home life / still life

July 4 - July 23, 2023 

 Elycia SFA

Elycia SFA: home life /still life

Elycia SFA is a queer textile artist based in Toronto. Her work explores personal narrative and the deconstruction and reconstruction of memory, as well as nostalgia and loss, by portraying these concepts in the form of handwoven cloth. 

This series is an ongoing exploration of the past few years spent in varying states of lockdown, and features benign yet intimate images of the home space. Lockdowns forced us into an extremely still experience with layers of grief and challenges of acceptance. This project invited image submissions from all over the world, and asks: What areas in your space have been helpful to get you through your own grief in this time? 

What spaces made you feel safe? 


 Curated by Erin Candela

 This project has been generously supported by the Ontario Arts Council.



‘home life / still life’

by Erin Candela

Do any of us truly see where we are without the presence and exclamations of others to illuminate and define our lives? In other words, can any one of us alone have a true understanding or vision of reality ? If forced to look too closely at the details we hold true, one might even re-consider the solidity and dependability of the material world around us. In this quiet collection of work by Elycia SFA, the viewer has the opportunity to become closely acquainted with a certain delicate tension; found in the contrasting patterns of thread, the ambiguity of unfinished edges, and the implications both social and physical of measuring and revisioning "space".

In art, as in life, we often reward that which is independently unique or new, assuming that a hierarchy of vision elevates a single vital voice to the top. But just as key to a full engagement in and understanding of life, is the capacity to become tangled in another's perspective, allowing our own view of reality to shift, understanding ourselves and the world in fluid shades of grey. In mental maps, on the physical plane and in space, where we are, what we see, the places we occupy....are also defined on some level by where we are not, who is not, and how we may be seen to exist (or not) as a depiction of relationship.

There's nothing like immersing oneself into an unfamiliar territory of language and culture to focus and simultaneously expand one's definition and awareness of Self, for example, and a level of vulnerability and openness is required to emerge successfully. Through the shared images of their "safe" places, rooms and objects, participants in this project allowed a re-definition and physical translation to take place; the technical requirements of hand-woven textiles paring things down into their most essential components. Like magic in the hands of the artist, however, a red thread weaving in and out is suddenly capable of defining our most intimate and private moments. What we see is a re-visioning, a poetic documentation of personal life, but also something more....As a medium, the path of a thread leaves openings and holes, a prompt for meaning and contemplation. The white spaces here are not empty, but represent an interlocking crisscross of thread and not-thread; tension between interacting elements highlighting the vulnerability of edges waterfalling into empty air. Here the lines and shapes of objects are plucked out of familiar context; placing them onto the loom forces a reduction of tone and blocks of colour. The re-drawing of a room is possible only through a slow, strategic, and obsessively detailed calculation of warp and weft.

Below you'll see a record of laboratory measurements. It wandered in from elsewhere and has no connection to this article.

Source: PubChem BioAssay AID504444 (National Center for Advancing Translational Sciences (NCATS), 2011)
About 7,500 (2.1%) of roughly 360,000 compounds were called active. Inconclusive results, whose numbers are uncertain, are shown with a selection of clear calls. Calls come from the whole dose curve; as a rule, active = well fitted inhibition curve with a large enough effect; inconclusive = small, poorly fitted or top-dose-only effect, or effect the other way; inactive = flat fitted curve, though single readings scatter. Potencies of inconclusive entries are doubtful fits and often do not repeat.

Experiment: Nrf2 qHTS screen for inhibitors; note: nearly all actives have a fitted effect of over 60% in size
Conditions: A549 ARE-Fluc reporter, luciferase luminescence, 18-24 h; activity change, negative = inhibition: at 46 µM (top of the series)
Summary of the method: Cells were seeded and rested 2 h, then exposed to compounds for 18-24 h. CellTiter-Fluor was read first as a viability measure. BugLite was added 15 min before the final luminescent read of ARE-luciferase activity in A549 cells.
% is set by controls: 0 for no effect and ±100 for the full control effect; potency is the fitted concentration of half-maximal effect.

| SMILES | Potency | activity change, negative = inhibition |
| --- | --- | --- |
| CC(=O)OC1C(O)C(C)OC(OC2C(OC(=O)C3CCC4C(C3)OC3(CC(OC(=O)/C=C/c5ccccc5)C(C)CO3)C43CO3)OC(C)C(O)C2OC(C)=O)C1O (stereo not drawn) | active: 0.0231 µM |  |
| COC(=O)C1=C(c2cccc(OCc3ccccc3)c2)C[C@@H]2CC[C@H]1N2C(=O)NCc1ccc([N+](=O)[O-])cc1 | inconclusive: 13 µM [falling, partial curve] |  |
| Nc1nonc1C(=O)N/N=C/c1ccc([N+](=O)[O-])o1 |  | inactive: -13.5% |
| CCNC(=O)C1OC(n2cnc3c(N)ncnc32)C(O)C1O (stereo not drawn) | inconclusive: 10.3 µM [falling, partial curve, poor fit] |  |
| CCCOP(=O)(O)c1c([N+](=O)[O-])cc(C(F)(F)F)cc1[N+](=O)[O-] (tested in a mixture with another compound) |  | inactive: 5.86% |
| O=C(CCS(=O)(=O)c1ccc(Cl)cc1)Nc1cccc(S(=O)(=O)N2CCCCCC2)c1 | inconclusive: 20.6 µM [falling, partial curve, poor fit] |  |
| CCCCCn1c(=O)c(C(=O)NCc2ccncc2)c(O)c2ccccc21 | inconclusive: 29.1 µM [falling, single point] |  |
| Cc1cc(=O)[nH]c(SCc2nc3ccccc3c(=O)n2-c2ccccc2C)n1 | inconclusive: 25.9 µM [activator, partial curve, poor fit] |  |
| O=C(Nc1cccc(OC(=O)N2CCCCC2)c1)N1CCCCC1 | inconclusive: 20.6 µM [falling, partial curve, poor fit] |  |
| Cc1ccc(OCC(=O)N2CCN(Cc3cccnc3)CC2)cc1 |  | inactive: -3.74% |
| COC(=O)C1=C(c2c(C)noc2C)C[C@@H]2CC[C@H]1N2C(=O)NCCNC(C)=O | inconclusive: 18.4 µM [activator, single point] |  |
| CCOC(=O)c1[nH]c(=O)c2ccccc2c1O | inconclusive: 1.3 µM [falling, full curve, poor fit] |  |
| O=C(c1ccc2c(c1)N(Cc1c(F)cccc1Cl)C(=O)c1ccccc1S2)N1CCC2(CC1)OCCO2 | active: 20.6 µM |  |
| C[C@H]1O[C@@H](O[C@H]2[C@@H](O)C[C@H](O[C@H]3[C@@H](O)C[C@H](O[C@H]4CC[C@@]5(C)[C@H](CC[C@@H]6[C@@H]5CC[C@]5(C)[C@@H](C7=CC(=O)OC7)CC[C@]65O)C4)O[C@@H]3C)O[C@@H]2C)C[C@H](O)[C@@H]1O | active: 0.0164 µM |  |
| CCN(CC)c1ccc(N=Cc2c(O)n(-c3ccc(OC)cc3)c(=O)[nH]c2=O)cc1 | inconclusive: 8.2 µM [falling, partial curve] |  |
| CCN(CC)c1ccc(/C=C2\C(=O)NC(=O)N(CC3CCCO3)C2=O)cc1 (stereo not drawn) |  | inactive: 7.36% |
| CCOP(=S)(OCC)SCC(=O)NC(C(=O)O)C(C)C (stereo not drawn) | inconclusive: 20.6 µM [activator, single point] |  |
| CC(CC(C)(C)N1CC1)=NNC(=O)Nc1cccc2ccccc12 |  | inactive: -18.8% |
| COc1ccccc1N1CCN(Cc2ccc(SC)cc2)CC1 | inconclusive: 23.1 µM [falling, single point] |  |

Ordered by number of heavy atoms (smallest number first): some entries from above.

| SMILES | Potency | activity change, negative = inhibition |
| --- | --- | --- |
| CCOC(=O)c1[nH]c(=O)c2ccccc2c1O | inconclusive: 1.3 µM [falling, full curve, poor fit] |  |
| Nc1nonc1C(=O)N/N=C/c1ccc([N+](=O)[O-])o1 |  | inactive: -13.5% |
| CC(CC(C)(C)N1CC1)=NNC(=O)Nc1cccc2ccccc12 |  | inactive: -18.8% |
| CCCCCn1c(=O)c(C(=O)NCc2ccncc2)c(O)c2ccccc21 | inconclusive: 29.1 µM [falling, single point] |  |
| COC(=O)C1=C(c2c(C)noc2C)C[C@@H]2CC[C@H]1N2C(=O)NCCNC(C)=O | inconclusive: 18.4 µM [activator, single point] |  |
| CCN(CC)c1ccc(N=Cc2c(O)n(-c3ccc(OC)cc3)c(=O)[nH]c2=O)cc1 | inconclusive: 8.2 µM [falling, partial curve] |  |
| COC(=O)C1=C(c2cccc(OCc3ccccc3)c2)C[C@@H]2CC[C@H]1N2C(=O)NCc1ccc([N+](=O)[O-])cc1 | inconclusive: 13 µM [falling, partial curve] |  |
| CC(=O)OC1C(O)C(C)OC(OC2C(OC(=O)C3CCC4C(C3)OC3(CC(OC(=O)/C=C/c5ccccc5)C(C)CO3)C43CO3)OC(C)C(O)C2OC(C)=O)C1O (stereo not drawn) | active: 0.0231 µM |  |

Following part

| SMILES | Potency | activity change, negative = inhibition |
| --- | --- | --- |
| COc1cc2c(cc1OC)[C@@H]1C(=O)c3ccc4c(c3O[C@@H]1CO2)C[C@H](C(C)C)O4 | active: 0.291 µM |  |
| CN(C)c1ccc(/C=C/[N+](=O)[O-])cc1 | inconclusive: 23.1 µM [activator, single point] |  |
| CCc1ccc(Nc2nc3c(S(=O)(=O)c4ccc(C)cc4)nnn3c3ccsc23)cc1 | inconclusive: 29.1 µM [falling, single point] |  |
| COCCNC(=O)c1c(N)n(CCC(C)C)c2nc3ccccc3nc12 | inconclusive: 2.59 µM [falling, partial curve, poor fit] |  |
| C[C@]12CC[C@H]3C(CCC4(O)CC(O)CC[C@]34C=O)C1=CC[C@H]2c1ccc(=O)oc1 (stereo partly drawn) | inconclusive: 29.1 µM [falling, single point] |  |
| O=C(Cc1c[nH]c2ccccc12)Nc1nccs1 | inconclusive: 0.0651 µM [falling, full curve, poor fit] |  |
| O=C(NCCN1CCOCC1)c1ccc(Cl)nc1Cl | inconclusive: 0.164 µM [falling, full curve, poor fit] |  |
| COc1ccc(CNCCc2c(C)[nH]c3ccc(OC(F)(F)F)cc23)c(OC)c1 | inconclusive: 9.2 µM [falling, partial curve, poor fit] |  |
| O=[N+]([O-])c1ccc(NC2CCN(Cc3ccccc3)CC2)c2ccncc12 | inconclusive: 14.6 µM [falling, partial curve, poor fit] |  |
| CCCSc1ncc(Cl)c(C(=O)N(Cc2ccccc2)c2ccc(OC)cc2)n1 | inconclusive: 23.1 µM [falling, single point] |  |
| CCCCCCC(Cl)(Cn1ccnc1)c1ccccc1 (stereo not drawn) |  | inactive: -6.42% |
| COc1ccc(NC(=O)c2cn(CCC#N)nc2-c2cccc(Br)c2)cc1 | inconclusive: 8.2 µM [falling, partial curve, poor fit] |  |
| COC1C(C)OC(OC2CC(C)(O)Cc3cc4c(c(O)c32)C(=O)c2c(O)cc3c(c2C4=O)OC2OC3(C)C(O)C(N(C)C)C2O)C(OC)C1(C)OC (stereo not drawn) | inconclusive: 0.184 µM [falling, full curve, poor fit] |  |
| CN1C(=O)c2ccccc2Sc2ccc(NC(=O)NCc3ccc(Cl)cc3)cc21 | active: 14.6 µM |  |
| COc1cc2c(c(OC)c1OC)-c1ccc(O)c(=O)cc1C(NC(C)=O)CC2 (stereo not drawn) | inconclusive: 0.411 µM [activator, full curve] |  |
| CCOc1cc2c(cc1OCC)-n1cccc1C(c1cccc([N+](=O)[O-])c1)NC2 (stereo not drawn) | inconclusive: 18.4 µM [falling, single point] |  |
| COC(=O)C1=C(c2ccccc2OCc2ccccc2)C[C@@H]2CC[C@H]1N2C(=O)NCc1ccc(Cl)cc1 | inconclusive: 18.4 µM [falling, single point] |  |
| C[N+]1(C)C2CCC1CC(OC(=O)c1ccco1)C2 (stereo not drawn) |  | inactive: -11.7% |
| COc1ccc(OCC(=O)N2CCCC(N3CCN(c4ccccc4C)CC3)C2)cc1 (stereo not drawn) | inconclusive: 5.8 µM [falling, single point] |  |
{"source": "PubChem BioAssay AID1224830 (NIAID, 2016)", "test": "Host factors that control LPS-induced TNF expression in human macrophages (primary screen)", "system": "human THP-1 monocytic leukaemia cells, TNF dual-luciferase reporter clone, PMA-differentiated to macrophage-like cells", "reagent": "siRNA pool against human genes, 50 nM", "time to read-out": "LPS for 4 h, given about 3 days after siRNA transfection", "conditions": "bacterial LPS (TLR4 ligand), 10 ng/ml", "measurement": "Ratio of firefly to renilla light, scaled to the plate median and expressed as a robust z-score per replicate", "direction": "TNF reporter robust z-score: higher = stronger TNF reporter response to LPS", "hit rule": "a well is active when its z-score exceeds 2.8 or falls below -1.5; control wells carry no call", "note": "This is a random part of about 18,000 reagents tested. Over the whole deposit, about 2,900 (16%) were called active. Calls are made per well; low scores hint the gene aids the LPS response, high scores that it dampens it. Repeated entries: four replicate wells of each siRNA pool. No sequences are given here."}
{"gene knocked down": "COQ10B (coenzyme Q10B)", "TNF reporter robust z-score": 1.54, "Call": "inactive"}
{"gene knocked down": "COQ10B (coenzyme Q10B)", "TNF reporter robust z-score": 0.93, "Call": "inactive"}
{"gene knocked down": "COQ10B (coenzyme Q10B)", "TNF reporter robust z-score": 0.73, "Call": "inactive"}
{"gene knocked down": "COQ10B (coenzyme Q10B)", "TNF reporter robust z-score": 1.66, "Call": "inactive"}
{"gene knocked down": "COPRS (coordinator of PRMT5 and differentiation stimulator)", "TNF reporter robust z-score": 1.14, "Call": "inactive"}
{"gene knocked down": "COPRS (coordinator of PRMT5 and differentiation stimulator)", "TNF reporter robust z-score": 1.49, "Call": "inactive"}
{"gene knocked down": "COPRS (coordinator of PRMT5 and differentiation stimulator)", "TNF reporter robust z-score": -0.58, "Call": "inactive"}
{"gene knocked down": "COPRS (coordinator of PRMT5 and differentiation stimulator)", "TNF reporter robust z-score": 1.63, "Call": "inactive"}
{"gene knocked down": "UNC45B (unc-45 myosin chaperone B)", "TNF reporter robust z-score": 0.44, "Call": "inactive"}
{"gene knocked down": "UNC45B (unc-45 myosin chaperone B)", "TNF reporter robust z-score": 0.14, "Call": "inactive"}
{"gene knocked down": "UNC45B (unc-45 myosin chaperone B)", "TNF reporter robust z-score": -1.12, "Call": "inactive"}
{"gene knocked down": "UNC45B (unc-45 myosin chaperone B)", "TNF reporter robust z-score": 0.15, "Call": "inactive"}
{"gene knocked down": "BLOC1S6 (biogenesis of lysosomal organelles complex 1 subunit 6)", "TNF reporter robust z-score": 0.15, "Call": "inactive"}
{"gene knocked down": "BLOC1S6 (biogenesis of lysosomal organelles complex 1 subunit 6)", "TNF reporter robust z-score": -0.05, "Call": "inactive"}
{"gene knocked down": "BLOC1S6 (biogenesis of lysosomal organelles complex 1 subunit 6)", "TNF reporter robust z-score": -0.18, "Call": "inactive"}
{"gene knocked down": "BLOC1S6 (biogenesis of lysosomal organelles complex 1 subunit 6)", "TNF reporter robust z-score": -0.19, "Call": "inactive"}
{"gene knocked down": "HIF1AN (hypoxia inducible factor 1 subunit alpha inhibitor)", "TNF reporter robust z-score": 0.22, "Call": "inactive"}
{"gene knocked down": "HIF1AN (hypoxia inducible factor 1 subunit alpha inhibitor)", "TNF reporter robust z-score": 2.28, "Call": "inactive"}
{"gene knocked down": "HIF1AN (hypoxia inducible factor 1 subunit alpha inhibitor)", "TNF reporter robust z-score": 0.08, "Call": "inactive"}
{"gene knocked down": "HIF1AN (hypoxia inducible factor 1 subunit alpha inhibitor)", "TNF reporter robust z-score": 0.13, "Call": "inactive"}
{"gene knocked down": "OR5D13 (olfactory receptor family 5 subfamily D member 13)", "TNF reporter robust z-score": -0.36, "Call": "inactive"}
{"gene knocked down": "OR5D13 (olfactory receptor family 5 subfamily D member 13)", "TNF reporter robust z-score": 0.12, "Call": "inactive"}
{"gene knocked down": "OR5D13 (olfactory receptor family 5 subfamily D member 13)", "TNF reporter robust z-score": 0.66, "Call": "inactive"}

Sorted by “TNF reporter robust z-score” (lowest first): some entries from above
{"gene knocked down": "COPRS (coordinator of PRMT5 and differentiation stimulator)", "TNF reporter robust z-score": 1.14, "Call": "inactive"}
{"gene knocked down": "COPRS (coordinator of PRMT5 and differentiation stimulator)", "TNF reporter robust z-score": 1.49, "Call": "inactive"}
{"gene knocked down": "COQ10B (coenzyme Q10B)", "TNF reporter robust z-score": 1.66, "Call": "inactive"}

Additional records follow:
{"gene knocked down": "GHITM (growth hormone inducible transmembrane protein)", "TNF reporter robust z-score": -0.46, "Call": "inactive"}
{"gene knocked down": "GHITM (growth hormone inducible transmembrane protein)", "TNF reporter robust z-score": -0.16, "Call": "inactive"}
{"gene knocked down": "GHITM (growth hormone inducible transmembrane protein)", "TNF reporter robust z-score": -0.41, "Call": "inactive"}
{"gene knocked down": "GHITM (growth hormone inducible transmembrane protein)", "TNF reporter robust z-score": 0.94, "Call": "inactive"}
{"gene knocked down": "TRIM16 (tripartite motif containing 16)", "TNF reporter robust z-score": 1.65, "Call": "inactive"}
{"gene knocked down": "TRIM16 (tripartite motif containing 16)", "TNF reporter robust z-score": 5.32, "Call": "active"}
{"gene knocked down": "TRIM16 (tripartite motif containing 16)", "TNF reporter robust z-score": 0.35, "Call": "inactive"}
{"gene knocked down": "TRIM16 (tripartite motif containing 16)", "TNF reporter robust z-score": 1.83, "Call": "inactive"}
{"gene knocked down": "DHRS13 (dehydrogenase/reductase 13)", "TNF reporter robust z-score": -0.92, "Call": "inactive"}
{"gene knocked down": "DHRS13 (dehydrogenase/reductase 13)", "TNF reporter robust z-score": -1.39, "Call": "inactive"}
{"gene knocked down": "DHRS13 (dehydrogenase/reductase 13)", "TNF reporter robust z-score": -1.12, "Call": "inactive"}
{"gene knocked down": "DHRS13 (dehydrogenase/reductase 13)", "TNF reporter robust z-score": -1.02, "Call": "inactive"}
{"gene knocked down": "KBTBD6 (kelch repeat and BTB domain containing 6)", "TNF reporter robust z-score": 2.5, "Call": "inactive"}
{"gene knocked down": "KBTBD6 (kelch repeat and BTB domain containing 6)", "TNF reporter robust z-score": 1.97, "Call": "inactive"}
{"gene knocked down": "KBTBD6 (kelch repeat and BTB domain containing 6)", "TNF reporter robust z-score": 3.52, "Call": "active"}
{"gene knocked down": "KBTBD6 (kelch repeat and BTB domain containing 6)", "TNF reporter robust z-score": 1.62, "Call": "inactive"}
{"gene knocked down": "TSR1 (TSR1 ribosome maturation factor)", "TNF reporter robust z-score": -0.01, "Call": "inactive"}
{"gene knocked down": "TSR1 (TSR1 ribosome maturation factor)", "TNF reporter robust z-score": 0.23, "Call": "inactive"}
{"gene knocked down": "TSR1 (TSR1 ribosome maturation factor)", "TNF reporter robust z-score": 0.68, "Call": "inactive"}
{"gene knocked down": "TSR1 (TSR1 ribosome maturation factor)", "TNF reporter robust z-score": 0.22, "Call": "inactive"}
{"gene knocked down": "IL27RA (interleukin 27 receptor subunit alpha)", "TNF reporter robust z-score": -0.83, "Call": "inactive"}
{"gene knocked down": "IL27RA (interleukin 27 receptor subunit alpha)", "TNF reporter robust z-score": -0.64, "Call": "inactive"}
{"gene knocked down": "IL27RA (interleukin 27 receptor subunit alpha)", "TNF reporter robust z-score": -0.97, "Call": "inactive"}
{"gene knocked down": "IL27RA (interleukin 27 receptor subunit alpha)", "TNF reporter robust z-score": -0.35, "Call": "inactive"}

In the last few years, in our neighborhoods and across the world, we were brought face-to-face with barriers of our own and others' making. Lines and borders were drawn and outlined around Public and Private, Inside and Outside, Safe and Unsafe, Us and Them. Familiar planes tilted and dropped us into isolation or drew closed like walls around us, forcing us and those we were confined with to examine our darkest nooks and crannies. A rigorous re-mapping of boundaries, repetitive rituals, and delicately timed entry points was crucial to the negotiation of life during the pandemic, as was a new sensitivity to counting the beats between us, the stretch of days, and number of footprints implied. This undertaking, like a weaving, echoes in the themes and creative processes evident in 'home life / still life', and can be useful to remind us that we as human beings rely heavily on the resistance,distance, and shared agreements of others to define and stabilize our reality. Here we may experience the concept of "space" and its relationship with intimacy firsthand, through work that literally brings 2D images into another dimension.

Opening Reception:

Tuesday July 4th, 2023
6-9 pm
420 Queen St E Toronto  

Tuesday July 4 - Sunday July 23, 2023   

 Except for the opening, the exhibtion will be open by appointment.